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Seeking Drug Abuse Treatment: Know What To Ask

2. Does the program tailor treatment to the needs of each patient?

No single treatment is right for everyone. The best treatment addresses a person's various needs, not just his or her drug abuse.

Matching treatment settings, programs, and services to a person's unique problems and level of need is key to his or her ultimate success in returning to a productive life. It is important for the treatment approach to be broad in scope, taking into account a person's age, gender, ethnicity, and culture. The severity of addiction and previous efforts to stop using drugs can also influence a treatment approach.

The best programs provide a combination of therapies and other services to meet a patient's needs. In addition to drug abuse treatment, a patient may require other medical services, family therapy, parenting support, job training, and social and legal services.

Finally, because addictive disorders and other mental disorders often occur together, a person with one of these conditions should be assessed for the other. And when these problems co-occur, treatment should address both (or all conditions), including use of medications, as appropriate.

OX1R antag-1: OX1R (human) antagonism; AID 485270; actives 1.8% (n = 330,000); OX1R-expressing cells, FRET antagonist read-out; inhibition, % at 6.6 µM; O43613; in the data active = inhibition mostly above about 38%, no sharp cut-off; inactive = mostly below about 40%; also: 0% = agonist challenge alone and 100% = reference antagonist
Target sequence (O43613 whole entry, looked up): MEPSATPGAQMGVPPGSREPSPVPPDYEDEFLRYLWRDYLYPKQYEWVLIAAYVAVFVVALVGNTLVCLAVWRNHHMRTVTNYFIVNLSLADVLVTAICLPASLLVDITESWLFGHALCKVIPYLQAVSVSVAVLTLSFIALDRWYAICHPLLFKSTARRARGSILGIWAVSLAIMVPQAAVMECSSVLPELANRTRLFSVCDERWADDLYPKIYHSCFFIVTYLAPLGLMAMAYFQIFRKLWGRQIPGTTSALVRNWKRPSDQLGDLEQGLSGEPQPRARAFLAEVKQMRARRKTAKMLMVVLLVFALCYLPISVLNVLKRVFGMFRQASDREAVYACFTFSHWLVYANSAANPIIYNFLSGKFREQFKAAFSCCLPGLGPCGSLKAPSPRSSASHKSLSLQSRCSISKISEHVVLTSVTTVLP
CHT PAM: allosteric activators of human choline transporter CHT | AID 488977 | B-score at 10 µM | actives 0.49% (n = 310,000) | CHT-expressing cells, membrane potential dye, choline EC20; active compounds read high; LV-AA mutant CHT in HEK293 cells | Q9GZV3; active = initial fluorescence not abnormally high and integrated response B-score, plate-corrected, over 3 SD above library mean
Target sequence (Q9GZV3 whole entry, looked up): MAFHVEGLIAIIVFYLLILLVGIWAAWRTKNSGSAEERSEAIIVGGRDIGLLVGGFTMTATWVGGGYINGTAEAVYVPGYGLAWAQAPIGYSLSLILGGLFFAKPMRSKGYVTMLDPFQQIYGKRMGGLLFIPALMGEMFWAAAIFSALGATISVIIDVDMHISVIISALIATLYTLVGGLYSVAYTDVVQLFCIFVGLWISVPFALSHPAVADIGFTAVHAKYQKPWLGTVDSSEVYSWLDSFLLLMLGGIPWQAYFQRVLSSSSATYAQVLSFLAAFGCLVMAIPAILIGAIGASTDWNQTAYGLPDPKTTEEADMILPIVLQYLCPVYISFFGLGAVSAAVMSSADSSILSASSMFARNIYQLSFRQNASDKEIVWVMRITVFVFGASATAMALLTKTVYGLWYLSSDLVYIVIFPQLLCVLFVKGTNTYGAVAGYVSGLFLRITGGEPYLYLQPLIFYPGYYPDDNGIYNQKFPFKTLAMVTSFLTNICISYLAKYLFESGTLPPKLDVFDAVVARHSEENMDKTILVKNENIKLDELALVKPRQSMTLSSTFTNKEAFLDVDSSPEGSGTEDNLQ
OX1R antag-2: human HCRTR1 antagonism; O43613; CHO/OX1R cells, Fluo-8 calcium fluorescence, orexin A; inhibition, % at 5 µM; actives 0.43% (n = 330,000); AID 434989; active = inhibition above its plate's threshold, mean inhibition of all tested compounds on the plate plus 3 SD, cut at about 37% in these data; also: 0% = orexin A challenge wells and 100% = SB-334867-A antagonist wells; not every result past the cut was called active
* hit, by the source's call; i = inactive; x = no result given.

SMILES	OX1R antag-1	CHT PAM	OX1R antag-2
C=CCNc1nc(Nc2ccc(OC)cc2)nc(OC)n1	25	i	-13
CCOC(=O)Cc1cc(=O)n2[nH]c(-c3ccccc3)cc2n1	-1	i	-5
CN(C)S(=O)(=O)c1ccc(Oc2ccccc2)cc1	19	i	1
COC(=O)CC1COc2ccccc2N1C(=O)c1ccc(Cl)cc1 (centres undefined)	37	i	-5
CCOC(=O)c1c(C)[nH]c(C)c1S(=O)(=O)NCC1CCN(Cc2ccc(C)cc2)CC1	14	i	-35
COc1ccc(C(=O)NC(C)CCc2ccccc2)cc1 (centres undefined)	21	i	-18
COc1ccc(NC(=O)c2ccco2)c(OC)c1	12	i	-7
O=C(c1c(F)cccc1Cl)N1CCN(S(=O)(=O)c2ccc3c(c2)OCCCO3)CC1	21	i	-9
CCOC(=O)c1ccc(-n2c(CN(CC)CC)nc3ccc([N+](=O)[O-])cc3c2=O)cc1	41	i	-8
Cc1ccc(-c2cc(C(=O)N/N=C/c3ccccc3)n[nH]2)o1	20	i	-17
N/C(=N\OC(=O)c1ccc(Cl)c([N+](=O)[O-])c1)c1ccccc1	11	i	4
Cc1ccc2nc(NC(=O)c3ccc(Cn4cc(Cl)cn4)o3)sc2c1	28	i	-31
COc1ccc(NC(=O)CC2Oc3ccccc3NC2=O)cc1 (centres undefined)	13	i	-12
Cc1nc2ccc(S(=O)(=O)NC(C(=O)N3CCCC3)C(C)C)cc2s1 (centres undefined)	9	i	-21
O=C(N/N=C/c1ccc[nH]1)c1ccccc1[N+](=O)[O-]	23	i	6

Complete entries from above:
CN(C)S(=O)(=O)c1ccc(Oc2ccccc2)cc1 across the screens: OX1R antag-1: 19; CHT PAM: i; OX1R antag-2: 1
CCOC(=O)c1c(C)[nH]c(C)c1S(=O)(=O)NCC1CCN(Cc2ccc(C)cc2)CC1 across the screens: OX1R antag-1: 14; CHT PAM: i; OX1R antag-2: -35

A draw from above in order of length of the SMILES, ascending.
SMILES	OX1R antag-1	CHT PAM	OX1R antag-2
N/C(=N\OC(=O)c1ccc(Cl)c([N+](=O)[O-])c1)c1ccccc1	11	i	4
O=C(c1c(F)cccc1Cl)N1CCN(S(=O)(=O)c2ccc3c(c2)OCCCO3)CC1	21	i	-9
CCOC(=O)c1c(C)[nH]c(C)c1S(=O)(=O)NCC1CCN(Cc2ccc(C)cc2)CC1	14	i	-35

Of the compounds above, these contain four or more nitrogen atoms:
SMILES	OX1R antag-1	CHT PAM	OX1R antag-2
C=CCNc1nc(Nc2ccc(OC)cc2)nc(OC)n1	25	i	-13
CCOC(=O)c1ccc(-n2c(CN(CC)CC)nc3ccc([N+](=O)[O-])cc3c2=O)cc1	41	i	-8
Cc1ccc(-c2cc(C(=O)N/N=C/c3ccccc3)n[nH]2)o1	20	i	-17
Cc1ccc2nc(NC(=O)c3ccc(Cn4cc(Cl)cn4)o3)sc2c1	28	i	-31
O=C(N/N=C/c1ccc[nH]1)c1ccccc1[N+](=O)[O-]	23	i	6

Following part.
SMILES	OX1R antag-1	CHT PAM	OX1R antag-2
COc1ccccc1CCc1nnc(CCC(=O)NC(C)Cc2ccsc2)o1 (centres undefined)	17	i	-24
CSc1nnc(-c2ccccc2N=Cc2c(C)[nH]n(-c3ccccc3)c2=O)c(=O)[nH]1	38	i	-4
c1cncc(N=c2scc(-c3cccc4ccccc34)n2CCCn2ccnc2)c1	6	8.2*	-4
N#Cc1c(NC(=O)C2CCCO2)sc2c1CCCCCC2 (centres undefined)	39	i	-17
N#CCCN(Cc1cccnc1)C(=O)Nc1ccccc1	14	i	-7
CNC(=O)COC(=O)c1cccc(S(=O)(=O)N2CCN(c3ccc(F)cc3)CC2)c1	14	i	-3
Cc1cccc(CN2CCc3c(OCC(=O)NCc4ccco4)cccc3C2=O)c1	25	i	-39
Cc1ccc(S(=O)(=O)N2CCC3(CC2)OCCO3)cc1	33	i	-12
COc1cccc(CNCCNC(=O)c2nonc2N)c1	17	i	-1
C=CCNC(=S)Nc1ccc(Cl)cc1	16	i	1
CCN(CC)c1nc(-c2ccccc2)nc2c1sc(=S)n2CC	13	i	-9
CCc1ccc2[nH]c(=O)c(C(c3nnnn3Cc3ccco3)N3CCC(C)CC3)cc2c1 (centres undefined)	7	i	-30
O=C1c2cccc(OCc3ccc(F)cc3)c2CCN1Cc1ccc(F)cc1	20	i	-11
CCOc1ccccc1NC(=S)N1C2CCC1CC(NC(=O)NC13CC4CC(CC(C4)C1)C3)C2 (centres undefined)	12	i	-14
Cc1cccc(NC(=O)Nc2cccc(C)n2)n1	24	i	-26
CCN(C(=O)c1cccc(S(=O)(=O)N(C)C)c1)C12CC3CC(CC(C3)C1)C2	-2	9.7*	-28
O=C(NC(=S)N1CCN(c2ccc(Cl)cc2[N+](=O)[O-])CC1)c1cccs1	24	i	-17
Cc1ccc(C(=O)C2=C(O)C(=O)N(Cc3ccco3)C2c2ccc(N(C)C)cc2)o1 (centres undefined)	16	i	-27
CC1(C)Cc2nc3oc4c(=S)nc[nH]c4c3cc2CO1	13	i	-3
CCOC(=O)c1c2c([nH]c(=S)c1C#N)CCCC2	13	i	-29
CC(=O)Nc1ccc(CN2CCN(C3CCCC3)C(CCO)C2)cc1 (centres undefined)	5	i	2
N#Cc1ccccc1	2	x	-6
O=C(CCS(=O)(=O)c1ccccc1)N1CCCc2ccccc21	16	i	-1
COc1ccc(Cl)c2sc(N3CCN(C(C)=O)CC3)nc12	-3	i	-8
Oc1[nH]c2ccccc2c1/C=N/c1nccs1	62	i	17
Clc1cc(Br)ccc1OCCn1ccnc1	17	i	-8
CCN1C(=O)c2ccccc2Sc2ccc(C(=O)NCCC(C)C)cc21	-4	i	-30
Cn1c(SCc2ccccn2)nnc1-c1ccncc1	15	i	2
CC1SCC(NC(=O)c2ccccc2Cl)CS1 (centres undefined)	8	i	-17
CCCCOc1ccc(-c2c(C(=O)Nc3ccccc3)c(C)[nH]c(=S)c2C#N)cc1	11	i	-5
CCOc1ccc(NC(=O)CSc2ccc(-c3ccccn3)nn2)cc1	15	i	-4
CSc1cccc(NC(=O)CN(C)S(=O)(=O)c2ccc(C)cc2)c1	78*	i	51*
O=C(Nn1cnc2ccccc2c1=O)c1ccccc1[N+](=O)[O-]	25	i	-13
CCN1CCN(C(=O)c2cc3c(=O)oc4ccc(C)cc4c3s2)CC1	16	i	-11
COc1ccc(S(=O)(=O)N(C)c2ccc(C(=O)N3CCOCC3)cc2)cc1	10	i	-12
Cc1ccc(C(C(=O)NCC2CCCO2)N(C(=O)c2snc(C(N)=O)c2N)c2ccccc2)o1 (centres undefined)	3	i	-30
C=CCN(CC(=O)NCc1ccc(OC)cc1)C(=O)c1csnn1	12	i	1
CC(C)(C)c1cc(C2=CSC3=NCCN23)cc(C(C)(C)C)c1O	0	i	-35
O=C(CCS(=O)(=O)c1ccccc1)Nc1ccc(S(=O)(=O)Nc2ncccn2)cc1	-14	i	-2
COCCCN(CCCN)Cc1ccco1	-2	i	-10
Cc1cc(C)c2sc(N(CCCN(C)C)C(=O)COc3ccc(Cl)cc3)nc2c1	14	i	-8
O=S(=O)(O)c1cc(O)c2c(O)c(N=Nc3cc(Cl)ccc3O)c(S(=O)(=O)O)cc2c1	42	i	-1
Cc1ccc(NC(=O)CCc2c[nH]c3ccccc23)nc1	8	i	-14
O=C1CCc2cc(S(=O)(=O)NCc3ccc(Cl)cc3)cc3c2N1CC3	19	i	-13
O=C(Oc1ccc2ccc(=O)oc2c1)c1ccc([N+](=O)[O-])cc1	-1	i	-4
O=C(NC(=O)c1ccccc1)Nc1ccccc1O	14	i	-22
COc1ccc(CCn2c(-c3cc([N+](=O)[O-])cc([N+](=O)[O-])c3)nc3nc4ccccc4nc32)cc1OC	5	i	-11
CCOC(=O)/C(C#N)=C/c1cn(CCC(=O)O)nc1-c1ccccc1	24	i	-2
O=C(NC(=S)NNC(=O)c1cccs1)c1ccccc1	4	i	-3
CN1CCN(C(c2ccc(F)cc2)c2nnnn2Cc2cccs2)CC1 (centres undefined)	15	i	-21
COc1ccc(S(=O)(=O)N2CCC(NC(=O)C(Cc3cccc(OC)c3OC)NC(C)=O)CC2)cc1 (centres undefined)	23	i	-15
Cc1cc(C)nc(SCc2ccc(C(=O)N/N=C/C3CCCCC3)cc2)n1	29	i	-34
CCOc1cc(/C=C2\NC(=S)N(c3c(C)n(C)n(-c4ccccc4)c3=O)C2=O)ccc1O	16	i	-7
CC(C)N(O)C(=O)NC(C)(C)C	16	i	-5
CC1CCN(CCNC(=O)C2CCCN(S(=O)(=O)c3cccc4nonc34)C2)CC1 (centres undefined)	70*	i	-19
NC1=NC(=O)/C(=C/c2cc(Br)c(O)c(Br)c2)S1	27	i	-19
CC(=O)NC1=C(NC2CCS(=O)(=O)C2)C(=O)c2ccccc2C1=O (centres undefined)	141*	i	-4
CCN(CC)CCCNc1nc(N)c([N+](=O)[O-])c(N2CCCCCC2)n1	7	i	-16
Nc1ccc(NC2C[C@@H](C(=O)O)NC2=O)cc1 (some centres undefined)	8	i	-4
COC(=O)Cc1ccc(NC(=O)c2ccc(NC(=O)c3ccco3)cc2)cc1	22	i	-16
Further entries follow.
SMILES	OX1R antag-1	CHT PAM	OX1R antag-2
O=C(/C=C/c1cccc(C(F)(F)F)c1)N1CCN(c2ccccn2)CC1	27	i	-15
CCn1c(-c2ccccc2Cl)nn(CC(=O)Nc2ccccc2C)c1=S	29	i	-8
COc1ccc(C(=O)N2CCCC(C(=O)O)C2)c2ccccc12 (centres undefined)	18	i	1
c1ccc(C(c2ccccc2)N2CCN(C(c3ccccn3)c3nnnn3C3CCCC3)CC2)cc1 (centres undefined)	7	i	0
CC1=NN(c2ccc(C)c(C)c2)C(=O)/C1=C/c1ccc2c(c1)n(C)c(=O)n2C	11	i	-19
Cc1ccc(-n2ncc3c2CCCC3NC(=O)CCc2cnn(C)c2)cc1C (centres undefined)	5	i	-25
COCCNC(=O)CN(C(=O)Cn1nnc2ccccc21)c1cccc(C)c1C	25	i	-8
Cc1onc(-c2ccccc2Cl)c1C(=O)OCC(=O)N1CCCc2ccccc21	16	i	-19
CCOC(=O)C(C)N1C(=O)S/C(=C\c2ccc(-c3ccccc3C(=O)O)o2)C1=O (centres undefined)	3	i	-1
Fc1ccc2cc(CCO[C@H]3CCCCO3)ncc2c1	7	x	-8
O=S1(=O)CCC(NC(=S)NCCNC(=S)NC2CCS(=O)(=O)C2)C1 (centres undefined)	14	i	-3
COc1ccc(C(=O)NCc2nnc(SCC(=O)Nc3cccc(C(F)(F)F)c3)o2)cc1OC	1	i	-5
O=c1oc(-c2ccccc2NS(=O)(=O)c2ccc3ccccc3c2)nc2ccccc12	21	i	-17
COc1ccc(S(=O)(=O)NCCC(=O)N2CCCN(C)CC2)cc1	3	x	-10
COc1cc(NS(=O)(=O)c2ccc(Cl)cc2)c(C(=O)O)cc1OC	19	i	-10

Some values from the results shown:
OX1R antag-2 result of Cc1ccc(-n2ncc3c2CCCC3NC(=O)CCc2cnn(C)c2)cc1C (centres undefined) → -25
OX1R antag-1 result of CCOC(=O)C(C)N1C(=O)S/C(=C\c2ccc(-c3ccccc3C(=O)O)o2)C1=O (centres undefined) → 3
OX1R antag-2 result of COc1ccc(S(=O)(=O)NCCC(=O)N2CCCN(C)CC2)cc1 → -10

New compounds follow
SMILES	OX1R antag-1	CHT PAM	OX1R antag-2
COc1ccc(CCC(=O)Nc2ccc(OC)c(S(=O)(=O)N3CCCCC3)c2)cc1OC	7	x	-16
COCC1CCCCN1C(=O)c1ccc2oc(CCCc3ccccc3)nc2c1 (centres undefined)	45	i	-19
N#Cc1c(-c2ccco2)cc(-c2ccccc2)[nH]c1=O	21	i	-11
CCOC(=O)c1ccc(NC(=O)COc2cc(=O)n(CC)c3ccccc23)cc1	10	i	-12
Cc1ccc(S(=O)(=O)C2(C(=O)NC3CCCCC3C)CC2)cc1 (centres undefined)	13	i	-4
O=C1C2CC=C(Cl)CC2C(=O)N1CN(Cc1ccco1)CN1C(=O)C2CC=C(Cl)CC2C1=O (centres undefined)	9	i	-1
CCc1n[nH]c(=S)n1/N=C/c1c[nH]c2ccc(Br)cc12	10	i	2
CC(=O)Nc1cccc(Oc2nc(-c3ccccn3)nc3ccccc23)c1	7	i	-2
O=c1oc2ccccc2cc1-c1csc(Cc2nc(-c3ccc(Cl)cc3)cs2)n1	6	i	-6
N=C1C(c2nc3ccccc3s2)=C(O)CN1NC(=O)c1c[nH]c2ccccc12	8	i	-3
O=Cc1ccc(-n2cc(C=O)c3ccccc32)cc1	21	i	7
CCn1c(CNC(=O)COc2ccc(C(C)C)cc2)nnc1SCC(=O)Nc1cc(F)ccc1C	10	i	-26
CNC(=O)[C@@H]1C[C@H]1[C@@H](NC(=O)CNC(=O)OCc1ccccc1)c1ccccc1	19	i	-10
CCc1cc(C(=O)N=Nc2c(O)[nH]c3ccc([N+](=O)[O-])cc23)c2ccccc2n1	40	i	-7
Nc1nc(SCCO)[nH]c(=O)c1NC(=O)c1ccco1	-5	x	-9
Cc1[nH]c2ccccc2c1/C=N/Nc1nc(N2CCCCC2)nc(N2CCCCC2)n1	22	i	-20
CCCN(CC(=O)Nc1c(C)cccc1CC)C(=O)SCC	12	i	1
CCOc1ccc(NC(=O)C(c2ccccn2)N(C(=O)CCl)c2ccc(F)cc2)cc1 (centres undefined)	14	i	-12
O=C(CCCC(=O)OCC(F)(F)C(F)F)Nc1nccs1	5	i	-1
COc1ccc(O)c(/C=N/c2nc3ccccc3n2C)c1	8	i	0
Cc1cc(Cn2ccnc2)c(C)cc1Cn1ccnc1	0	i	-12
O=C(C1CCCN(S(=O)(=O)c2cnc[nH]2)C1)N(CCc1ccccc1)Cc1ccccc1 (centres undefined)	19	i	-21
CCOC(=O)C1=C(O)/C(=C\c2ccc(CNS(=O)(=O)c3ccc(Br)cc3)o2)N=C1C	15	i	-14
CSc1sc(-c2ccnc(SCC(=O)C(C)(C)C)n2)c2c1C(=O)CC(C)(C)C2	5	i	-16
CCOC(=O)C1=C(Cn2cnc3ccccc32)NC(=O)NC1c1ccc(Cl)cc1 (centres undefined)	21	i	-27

Medications Available To Treat Drug Addiction Image of different types of medications

Currently, medications are available to treat opioid, tobacco, and alcohol addictions:

  • Methadone, buprenorphine, and naltrexone are used to treat people addicted to opiates (e.g., heroin, prescription pain relievers);
  • Nicotine patches, gum, lozenges, nasal spray, and the medications varenicline (Chantix) and bupropion (Wellbutrin) are used to treat tobacco addiction; and
  • Disulfiram, acamprosate (Campral), naltrexone, and topiramate (Topamax) are used for treating alcohol dependence.
Medical detoxification is a necessary first step in the treatment of certain addictions, but by itself does little to change long-term drug use.

This page was last updated June 2013

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NIDA. (2013, June 1). Seeking Drug Abuse Treatment: Know What To Ask. Retrieved from https://www.drugabuse.gov/publications/seeking-drug-abuse-treatment-know-what-to-ask

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